Luckily, Beeze strikes up a conversation with a fellow passenger (Pierce Brosnan) about his assortment of curious face and body scars. Fortunately for them, the mysterious stranger, Mr. Hammond, happens to be quite familiar with the family’s destination point.

Upon landing at the airport, he helps them avoid the shady street hustlers lurking around the terminal. Instead, he directs them to an honest cabbie (Sahajak Boonthanakit) who takes them to what they expect to be comfortable accommodations.

However, shock sets in when the Dwyers’ check into the Imperial Lotus hotel where nothing in their suite seems to work: their cell phones, the land line, the TV, not even the lights. Still, those inconveniences pale in comparison to the threat to their very existence as a result of the coup d’etat in which the country’s prime minister (Vuthichard Photphurin) is assassinated.

In the wake of the murder, gangs of rebels start roaming around the country looking for Westerners whom they lynch on the spot. To the Dwyer family’s horror, the marauders are going door-to-door right inside their hotel.

As a stranger in a strange land with no links to the outside world, Jack realizes that he has to rely on his wits to save his family.

He decides to seek sanctuary at the American embassy, which is easier said than done because the streets are crawling with Yankee-hating insurgents. Nonetheless, with the gangs closing in, he leads Annie and the girls to the roof of their building to begin their perilous journey to the embassy.

Directed by John Erik Dowdle (As Above, So Below), No Escape is a high-octane action thriller that keeps you on the edge of your seat because of the Dwyers’ close brushes with death at every turn. There are convincing performances from Owen Wilson, Lake Bell, Claire Geare, and Sterling Jerins as the terrified family, along with Pierce Brosnan.

Excellent (****). Rated R for profanity, graphic violence, and rape. Running time: 101 minutes. Distributor: The Weinstein Company.

September 2, 2015

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IT DOESN’T GET MUCH BETTER THAN THIS: As they stretch out on the hood of their car, Mike (Jesse Eisenberg, left) and his girlfriend Phoebe (Kristen Stewart) enjoy an evening under the stars. The pair are content to get together and get high after work each day. However, their easy-going life is about to be turned upside down when assassins try to kill Mike. (Photo © 2015 – Lionsgate)

When you meet him, Mike Howell (Jesse Eisenberg) appears to be a prototypical slacker with not much of a future. The small town stoner is content to fritter away his life behind the counter of the local convenience store as long as he can go home every day and get high with his girlfriend Phoebe (Kristen Stewart).

It’s hard to figure out why she puts up with this loser who has no ambition and has a crippling fear of flying that prevents him from travelling very far from Lymon, West Virginia. After all, Phoebe is attractive and has a decent career as a bail bondsman. Nevertheless, she sticks with him, even after he has a panic attack in the airport and aborts their plans for a perfect Hawaiian getaway. Mike was as upset as Phoebe when he failed to board the plane, because he had purchased a diamond ring and was going to pop the question during their vacation.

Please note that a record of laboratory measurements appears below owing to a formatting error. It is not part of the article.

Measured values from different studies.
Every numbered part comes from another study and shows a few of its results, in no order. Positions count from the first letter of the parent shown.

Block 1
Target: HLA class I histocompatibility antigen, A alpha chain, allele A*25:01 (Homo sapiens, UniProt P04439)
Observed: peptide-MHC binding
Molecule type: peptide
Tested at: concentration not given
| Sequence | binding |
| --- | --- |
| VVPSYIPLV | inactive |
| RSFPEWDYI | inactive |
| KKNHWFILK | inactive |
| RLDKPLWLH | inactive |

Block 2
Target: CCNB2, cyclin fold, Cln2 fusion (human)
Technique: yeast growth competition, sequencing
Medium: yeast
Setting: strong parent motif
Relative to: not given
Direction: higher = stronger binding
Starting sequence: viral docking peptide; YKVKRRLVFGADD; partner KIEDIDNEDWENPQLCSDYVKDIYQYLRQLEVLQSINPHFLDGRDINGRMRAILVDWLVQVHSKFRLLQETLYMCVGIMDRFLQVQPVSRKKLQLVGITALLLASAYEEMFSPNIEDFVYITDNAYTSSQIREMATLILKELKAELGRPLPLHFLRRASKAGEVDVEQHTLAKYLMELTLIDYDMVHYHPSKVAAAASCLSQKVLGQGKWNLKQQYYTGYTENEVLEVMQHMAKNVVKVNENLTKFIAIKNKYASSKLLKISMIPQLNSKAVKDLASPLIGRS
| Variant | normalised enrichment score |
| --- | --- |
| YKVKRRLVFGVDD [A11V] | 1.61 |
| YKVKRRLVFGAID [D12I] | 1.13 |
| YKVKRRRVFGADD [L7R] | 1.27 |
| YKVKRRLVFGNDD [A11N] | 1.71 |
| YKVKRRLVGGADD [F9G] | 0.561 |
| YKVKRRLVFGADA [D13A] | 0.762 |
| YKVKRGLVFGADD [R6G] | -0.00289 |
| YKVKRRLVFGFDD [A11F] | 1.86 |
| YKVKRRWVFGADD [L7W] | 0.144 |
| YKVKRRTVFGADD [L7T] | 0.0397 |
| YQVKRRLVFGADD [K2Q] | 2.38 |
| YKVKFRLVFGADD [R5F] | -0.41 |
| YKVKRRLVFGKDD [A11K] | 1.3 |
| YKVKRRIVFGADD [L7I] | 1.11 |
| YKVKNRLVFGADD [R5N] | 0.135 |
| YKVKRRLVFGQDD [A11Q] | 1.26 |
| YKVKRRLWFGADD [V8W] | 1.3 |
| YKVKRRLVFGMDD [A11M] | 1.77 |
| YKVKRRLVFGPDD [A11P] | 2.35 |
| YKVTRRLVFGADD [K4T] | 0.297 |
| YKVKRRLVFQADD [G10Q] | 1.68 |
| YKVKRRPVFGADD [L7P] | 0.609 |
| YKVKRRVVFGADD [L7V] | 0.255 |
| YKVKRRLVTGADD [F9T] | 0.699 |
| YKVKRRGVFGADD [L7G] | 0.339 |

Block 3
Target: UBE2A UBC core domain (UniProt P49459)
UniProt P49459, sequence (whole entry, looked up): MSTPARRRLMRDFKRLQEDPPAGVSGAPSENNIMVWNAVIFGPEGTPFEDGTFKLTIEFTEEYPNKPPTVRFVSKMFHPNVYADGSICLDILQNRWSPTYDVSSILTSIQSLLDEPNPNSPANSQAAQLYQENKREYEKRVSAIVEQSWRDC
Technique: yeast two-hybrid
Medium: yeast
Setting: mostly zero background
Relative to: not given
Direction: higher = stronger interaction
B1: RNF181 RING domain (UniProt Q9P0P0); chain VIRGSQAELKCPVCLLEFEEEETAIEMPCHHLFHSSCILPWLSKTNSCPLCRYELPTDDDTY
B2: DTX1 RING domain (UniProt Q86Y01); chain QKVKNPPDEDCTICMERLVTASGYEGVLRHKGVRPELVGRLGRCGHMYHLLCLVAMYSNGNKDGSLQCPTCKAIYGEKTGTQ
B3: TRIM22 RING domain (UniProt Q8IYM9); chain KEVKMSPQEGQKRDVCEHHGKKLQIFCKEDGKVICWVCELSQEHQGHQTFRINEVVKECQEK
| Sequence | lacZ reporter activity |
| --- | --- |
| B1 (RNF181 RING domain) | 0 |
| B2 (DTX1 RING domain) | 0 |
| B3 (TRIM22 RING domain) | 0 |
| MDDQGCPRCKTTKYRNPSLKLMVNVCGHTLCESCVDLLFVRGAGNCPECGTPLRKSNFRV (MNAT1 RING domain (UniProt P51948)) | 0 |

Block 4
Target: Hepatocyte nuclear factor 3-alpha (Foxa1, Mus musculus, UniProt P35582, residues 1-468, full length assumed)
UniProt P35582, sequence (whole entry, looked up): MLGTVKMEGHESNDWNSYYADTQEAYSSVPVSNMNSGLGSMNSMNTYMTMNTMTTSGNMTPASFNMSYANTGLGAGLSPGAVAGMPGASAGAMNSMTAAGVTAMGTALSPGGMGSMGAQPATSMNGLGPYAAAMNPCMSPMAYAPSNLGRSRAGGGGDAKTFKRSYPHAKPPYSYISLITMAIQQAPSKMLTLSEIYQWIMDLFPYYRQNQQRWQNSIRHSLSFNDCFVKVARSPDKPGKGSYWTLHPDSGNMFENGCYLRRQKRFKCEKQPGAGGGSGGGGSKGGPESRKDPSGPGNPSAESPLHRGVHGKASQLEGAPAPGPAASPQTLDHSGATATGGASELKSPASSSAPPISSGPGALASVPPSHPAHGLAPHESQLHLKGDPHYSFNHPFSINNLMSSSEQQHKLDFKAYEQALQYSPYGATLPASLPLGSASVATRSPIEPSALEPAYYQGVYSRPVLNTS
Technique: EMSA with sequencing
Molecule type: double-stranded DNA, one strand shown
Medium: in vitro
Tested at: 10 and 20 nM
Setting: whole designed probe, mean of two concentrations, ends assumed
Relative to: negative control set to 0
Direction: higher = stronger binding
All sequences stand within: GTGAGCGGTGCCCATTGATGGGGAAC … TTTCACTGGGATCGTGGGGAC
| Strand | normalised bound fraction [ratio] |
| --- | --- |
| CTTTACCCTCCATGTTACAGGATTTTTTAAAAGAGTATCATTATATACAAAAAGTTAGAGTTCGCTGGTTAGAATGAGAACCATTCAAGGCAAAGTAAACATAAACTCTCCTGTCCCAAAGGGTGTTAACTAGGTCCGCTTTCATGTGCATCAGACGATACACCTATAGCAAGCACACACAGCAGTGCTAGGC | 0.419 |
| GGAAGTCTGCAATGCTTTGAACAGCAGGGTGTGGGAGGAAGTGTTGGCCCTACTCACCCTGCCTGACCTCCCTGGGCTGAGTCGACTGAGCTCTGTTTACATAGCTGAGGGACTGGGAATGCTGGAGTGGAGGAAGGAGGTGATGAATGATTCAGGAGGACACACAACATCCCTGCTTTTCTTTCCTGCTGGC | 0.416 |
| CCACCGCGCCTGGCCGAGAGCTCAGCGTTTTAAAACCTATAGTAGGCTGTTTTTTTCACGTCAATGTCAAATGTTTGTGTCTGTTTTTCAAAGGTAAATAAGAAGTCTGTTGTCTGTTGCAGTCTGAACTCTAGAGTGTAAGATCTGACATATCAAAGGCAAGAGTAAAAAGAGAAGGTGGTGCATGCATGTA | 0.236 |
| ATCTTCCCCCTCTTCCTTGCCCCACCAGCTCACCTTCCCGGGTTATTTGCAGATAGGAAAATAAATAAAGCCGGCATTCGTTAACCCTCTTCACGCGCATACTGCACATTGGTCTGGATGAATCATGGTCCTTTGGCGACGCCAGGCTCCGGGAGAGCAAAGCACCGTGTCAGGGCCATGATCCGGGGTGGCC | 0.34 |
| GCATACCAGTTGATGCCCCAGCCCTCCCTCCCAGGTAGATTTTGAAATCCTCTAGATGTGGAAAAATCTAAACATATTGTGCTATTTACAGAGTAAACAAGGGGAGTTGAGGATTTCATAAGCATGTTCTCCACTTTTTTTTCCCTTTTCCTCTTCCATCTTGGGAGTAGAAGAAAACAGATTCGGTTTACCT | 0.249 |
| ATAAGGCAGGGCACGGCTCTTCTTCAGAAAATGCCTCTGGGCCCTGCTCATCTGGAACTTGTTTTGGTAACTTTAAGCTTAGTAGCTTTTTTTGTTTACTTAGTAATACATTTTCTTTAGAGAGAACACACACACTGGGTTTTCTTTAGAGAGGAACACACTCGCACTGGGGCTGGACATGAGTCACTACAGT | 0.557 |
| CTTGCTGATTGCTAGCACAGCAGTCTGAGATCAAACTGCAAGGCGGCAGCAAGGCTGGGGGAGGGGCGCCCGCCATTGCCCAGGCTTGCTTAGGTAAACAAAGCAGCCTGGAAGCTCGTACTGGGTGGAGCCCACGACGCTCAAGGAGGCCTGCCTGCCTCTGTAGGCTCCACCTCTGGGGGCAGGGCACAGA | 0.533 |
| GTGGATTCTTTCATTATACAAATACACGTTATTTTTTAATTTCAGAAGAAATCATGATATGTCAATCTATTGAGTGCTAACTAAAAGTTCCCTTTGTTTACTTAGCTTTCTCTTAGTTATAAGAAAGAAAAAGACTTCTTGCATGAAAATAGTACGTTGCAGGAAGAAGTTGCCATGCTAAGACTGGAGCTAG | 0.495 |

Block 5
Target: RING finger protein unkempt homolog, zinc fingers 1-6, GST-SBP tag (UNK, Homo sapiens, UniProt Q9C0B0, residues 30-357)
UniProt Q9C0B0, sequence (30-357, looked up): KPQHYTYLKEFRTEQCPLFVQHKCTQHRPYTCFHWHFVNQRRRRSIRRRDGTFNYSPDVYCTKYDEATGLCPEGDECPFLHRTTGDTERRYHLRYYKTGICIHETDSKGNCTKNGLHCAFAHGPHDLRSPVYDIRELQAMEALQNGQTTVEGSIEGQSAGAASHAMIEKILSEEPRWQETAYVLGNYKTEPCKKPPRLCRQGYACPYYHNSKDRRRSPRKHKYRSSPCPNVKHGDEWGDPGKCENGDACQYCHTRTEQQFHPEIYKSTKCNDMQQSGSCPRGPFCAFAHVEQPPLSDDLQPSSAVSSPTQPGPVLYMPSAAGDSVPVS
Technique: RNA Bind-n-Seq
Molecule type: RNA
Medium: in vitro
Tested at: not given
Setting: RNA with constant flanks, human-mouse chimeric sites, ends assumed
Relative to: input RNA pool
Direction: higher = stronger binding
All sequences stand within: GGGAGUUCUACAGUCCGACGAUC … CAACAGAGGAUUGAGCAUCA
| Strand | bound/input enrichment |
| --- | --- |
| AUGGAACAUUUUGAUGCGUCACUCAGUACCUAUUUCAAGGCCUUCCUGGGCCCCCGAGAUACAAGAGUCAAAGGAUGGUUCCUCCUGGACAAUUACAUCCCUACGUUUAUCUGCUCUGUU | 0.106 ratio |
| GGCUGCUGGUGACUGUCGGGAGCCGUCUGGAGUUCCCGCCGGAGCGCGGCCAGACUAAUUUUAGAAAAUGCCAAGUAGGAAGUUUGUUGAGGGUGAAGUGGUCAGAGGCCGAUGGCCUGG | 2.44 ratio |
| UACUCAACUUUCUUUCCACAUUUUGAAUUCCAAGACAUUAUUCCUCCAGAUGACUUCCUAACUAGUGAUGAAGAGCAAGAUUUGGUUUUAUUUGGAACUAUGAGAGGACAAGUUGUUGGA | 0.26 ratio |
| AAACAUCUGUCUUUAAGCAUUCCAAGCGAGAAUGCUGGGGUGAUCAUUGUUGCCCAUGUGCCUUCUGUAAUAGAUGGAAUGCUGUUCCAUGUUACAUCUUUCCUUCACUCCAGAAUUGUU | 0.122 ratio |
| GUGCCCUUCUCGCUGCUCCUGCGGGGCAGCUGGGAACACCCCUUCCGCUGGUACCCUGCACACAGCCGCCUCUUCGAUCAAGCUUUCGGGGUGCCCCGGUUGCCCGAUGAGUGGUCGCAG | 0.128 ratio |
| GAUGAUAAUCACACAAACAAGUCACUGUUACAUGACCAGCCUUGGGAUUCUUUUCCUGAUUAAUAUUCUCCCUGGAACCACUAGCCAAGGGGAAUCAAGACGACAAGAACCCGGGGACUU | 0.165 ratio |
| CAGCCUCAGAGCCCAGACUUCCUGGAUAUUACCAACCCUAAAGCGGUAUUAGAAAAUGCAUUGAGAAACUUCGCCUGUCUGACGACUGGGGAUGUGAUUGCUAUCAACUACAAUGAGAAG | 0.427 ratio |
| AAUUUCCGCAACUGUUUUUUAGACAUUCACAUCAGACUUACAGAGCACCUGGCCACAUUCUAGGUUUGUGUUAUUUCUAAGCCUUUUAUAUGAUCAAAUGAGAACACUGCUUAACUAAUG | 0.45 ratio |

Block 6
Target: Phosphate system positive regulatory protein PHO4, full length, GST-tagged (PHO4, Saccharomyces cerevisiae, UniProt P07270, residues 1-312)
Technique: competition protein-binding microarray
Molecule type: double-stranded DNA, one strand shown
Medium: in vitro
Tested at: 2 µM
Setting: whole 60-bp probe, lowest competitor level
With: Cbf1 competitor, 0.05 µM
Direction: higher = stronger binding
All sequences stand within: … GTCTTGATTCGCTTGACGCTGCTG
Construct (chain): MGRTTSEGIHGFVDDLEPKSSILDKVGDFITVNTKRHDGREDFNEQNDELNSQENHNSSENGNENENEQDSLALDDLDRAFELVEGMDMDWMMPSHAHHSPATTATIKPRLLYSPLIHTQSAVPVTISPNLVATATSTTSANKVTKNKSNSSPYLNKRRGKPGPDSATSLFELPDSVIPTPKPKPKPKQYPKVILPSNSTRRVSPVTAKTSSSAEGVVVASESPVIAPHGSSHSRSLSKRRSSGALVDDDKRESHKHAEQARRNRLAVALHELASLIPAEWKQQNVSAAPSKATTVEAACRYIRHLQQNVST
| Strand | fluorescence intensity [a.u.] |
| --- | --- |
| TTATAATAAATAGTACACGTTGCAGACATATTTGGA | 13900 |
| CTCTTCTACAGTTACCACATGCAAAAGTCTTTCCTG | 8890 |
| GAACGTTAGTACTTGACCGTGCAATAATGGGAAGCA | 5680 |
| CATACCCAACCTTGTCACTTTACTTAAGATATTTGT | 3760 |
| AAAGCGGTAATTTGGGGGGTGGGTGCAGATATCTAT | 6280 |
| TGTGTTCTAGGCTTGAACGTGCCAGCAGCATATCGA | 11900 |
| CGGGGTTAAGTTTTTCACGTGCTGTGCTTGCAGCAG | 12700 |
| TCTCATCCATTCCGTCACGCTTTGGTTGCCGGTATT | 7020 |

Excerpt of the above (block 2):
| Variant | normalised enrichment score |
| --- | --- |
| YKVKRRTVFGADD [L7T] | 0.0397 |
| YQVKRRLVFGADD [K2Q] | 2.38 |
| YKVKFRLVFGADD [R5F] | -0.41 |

Phoebe has no idea that her beau is a sleeper agent who has been trained to be a deadly assassin by a U.S. government spy agency. Mike is also unaware of it too, since a part of his brain was turned off when the program was put in mothballs.

However, the couple is in for the shock of their lives soon after Adrian Yates (Topher Grace) decides to have Mike put to death. The callous bureaucrat dispatches killers to Lymon to prevent the remote chance that the dormant asset might somehow be activated and go rogue.

Mike surprises himself when the hit men arrive to kill him. He unexpectedly displays an array of prodigious fighting and survival skills that have been implanted deep in his subconscious and almost effortlessly slays his attackers. Yates nevertheless remains determined to complete the mission, gradually upping the ante as Mike manages to vanquish each escalating wave of adversaries.

Thus unfolds American Ultra, an entertaining action comedy directed by Nima Nourizadeh (Project X). This novel adventure alternates effortlessly between lighthearted and graphic scenes.

The movie also generates a palpable chemistry between Jesse Eisenberg and Kristen Stewart, which ensures that we care about their fate when the plot thickens. Alternately sophisticated and silly, but ever unpredictable thanks to a few cleverly concealed twists, American Ultra is a delightful summer sleeper that is not to be missed.

Excellent (****). Rated R for graphic violence, pervasive profanity, ethnic slurs, drug use, and some sexuality. Running time: 96 minutes. Distributor: Lionsgate Films.

August 26, 2015

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The Man From U.N.C.L.E. was a popular television series which enjoyed a four-year run on NBC from 1964 to 1968. Trading on the success of the James Bond film franchise, the show featured another dashing character created by Ian Fleming, author of the 007 novels.